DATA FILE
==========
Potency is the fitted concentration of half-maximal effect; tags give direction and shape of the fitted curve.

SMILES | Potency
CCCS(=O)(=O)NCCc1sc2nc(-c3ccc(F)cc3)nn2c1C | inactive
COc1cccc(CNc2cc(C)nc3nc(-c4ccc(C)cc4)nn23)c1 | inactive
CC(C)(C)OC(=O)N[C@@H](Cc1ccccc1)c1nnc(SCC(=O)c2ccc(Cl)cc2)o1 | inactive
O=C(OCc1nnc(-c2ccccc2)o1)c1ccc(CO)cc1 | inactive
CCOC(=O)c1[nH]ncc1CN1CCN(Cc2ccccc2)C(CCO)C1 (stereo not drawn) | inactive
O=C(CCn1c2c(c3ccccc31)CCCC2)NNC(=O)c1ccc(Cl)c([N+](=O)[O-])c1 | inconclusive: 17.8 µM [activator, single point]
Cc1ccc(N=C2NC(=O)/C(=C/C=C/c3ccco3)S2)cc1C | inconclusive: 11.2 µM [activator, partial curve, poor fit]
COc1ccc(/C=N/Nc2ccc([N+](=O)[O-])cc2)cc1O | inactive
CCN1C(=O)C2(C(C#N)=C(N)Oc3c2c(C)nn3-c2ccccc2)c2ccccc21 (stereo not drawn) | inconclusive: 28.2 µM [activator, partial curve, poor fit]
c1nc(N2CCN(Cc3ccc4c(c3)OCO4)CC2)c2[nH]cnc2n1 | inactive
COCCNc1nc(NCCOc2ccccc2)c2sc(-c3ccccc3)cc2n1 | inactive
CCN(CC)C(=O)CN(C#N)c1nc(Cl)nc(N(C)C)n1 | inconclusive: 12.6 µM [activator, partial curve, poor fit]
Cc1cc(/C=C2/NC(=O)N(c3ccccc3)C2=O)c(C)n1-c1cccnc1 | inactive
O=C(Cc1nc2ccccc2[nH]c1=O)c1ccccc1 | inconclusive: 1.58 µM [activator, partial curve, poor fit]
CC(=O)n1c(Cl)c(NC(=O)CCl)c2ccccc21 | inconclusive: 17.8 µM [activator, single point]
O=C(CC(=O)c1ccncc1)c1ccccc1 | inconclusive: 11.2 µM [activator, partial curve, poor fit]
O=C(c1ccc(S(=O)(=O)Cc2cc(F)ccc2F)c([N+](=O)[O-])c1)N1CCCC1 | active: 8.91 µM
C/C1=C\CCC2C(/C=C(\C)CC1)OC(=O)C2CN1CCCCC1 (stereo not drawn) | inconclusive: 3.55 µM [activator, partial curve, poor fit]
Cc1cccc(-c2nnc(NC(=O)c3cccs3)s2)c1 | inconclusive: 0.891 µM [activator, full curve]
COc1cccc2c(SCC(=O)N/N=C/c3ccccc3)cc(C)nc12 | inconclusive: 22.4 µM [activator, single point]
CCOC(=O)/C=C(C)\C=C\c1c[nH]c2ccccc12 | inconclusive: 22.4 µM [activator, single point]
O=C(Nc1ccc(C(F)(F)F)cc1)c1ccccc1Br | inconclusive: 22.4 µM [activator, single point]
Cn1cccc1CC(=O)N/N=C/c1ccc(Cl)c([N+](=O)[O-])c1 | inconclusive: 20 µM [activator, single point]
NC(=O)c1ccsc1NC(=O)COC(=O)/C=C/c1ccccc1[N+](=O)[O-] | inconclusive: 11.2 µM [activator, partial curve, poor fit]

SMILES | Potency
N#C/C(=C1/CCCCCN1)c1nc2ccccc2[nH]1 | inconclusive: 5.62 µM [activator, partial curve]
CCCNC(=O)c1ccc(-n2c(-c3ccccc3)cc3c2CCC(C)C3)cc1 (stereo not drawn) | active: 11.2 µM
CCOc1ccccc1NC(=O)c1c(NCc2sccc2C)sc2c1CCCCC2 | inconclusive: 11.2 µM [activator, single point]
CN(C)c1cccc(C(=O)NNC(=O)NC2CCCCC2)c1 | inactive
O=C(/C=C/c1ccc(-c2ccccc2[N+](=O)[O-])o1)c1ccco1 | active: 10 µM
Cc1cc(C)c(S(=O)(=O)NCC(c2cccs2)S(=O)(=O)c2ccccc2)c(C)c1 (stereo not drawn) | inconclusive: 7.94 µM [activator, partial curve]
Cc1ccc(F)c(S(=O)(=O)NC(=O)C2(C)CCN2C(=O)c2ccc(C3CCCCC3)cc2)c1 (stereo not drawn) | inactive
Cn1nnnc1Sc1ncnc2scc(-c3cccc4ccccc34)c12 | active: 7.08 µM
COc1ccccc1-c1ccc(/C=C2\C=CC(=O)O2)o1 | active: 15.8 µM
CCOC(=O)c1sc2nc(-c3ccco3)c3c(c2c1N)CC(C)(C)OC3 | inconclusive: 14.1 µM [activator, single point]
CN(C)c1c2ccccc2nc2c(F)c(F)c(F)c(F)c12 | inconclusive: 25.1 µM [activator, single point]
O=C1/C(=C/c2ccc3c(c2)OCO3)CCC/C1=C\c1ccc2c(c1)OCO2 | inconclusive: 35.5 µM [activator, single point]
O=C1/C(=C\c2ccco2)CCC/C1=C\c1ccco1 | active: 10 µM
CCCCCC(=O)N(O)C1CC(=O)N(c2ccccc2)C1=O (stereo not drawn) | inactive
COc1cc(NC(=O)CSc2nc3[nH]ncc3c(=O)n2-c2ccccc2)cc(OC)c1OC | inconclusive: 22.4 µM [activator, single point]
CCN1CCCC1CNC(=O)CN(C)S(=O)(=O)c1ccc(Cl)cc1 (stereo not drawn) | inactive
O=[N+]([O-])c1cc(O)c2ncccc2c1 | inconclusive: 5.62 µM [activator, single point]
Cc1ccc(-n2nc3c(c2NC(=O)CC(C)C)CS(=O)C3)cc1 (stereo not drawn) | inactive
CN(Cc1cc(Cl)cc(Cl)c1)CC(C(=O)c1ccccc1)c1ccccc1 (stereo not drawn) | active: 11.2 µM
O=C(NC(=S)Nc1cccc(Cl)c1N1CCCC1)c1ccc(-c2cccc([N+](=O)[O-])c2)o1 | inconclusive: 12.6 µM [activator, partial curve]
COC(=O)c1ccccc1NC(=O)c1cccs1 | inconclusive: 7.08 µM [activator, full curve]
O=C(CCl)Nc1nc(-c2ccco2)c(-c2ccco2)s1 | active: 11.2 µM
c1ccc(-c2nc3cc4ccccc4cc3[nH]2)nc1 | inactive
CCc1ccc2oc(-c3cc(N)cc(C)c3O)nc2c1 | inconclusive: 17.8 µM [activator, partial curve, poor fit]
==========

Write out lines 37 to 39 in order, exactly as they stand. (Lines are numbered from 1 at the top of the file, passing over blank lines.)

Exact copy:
CCOC(=O)c1sc2nc(-c3ccco3)c3c(c2c1N)CC(C)(C)OC3 | inconclusive: 14.1 µM [activator, single point]
CN(C)c1c2ccccc2nc2c(F)c(F)c(F)c(F)c12 | inconclusive: 25.1 µM [activator, single point]
O=C1/C(=C/c2ccc3c(c2)OCO3)CCC/C1=C\c1ccc2c(c1)OCO2 | inconclusive: 35.5 µM [activator, single point]